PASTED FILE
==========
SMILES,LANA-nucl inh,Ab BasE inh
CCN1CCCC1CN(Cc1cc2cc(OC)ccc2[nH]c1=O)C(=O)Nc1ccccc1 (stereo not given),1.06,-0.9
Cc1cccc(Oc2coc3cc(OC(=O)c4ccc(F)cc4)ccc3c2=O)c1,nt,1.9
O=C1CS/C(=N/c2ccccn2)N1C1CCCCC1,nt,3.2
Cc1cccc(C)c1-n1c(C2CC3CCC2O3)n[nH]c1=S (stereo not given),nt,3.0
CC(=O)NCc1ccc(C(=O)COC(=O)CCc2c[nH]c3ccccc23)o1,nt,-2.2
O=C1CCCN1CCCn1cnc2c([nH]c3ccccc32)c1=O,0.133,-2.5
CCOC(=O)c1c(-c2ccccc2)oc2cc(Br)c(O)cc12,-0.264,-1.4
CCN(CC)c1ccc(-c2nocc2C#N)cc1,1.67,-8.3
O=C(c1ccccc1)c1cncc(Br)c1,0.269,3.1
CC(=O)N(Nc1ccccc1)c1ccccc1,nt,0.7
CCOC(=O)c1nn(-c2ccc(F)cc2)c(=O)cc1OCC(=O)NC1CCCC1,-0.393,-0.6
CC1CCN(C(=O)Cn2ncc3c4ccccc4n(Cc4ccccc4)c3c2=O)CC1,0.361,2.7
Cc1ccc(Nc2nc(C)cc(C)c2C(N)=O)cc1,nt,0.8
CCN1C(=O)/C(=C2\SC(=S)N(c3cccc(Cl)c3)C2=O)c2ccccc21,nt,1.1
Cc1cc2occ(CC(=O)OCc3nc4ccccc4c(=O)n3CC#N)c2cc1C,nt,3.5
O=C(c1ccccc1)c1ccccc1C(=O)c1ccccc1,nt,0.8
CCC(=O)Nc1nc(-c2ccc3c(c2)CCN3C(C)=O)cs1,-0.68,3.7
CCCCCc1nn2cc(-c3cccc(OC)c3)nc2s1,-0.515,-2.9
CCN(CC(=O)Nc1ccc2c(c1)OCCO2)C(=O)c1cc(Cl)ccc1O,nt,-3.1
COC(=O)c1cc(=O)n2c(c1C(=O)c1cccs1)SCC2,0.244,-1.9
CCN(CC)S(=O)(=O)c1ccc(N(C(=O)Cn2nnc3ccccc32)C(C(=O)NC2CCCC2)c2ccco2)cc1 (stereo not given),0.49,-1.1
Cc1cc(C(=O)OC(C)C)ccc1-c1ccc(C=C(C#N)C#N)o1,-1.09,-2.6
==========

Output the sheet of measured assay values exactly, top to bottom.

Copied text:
SMILES,LANA-nucl inh,Ab BasE inh
CCN1CCCC1CN(Cc1cc2cc(OC)ccc2[nH]c1=O)C(=O)Nc1ccccc1 (stereo not given),1.06,-0.9
Cc1cccc(Oc2coc3cc(OC(=O)c4ccc(F)cc4)ccc3c2=O)c1,nt,1.9
O=C1CS/C(=N/c2ccccn2)N1C1CCCCC1,nt,3.2
Cc1cccc(C)c1-n1c(C2CC3CCC2O3)n[nH]c1=S (stereo not given),nt,3.0
CC(=O)NCc1ccc(C(=O)COC(=O)CCc2c[nH]c3ccccc23)o1,nt,-2.2
O=C1CCCN1CCCn1cnc2c([nH]c3ccccc32)c1=O,0.133,-2.5
CCOC(=O)c1c(-c2ccccc2)oc2cc(Br)c(O)cc12,-0.264,-1.4
CCN(CC)c1ccc(-c2nocc2C#N)cc1,1.67,-8.3
O=C(c1ccccc1)c1cncc(Br)c1,0.269,3.1
CC(=O)N(Nc1ccccc1)c1ccccc1,nt,0.7
CCOC(=O)c1nn(-c2ccc(F)cc2)c(=O)cc1OCC(=O)NC1CCCC1,-0.393,-0.6
CC1CCN(C(=O)Cn2ncc3c4ccccc4n(Cc4ccccc4)c3c2=O)CC1,0.361,2.7
Cc1ccc(Nc2nc(C)cc(C)c2C(N)=O)cc1,nt,0.8
CCN1C(=O)/C(=C2\SC(=S)N(c3cccc(Cl)c3)C2=O)c2ccccc21,nt,1.1
Cc1cc2occ(CC(=O)OCc3nc4ccccc4c(=O)n3CC#N)c2cc1C,nt,3.5
O=C(c1ccccc1)c1ccccc1C(=O)c1ccccc1,nt,0.8
CCC(=O)Nc1nc(-c2ccc3c(c2)CCN3C(C)=O)cs1,-0.68,3.7
CCCCCc1nn2cc(-c3cccc(OC)c3)nc2s1,-0.515,-2.9
CCN(CC(=O)Nc1ccc2c(c1)OCCO2)C(=O)c1cc(Cl)ccc1O,nt,-3.1
COC(=O)c1cc(=O)n2c(c1C(=O)c1cccs1)SCC2,0.244,-1.9
CCN(CC)S(=O)(=O)c1ccc(N(C(=O)Cn2nnc3ccccc32)C(C(=O)NC2CCCC2)c2ccco2)cc1 (stereo not given),0.49,-1.1
Cc1cc(C(=O)OC(C)C)ccc1-c1ccc(C=C(C#N)C#N)o1,-1.09,-2.6